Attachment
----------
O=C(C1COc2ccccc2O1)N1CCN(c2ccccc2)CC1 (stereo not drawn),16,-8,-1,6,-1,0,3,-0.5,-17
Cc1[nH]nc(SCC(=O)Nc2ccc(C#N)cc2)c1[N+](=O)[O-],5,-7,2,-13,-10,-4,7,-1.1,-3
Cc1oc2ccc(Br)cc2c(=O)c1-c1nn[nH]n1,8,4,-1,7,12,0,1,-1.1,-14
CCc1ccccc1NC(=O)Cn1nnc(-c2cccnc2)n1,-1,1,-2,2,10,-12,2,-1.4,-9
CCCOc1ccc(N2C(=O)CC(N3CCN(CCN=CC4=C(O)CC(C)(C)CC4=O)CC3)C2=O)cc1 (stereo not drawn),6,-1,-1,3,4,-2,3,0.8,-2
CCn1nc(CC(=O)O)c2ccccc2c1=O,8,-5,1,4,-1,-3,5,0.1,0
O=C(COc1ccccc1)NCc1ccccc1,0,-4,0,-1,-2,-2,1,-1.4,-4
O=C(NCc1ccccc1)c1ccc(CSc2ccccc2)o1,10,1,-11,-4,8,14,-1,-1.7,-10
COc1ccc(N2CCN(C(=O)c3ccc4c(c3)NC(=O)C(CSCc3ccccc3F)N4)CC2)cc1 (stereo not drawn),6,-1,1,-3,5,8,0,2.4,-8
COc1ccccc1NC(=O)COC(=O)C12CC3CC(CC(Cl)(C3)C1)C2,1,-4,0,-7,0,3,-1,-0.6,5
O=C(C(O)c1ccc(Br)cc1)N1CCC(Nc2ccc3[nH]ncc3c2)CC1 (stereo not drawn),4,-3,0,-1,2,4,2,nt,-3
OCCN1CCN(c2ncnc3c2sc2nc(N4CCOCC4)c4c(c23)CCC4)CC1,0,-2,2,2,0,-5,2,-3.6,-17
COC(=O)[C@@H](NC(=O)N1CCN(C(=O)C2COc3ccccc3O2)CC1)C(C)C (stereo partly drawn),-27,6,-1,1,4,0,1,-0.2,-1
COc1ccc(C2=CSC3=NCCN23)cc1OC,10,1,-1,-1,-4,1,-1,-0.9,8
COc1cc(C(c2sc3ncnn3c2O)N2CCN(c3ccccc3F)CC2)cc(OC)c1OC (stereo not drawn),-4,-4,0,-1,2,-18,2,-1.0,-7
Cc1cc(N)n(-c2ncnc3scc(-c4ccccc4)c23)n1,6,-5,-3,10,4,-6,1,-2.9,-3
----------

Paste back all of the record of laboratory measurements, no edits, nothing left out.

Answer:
O=C(C1COc2ccccc2O1)N1CCN(c2ccccc2)CC1 (stereo not drawn),16,-8,-1,6,-1,0,3,-0.5,-17
Cc1[nH]nc(SCC(=O)Nc2ccc(C#N)cc2)c1[N+](=O)[O-],5,-7,2,-13,-10,-4,7,-1.1,-3
Cc1oc2ccc(Br)cc2c(=O)c1-c1nn[nH]n1,8,4,-1,7,12,0,1,-1.1,-14
CCc1ccccc1NC(=O)Cn1nnc(-c2cccnc2)n1,-1,1,-2,2,10,-12,2,-1.4,-9
CCCOc1ccc(N2C(=O)CC(N3CCN(CCN=CC4=C(O)CC(C)(C)CC4=O)CC3)C2=O)cc1 (stereo not drawn),6,-1,-1,3,4,-2,3,0.8,-2
CCn1nc(CC(=O)O)c2ccccc2c1=O,8,-5,1,4,-1,-3,5,0.1,0
O=C(COc1ccccc1)NCc1ccccc1,0,-4,0,-1,-2,-2,1,-1.4,-4
O=C(NCc1ccccc1)c1ccc(CSc2ccccc2)o1,10,1,-11,-4,8,14,-1,-1.7,-10
COc1ccc(N2CCN(C(=O)c3ccc4c(c3)NC(=O)C(CSCc3ccccc3F)N4)CC2)cc1 (stereo not drawn),6,-1,1,-3,5,8,0,2.4,-8
COc1ccccc1NC(=O)COC(=O)C12CC3CC(CC(Cl)(C3)C1)C2,1,-4,0,-7,0,3,-1,-0.6,5
O=C(C(O)c1ccc(Br)cc1)N1CCC(Nc2ccc3[nH]ncc3c2)CC1 (stereo not drawn),4,-3,0,-1,2,4,2,nt,-3
OCCN1CCN(c2ncnc3c2sc2nc(N4CCOCC4)c4c(c23)CCC4)CC1,0,-2,2,2,0,-5,2,-3.6,-17
COC(=O)[C@@H](NC(=O)N1CCN(C(=O)C2COc3ccccc3O2)CC1)C(C)C (stereo partly drawn),-27,6,-1,1,4,0,1,-0.2,-1
COc1ccc(C2=CSC3=NCCN23)cc1OC,10,1,-1,-1,-4,1,-1,-0.9,8
COc1cc(C(c2sc3ncnn3c2O)N2CCN(c3ccccc3F)CC2)cc(OC)c1OC (stereo not drawn),-4,-4,0,-1,2,-18,2,-1.0,-7
Cc1cc(N)n(-c2ncnc3scc(-c4ccccc4)c23)n1,6,-5,-3,10,4,-6,1,-2.9,-3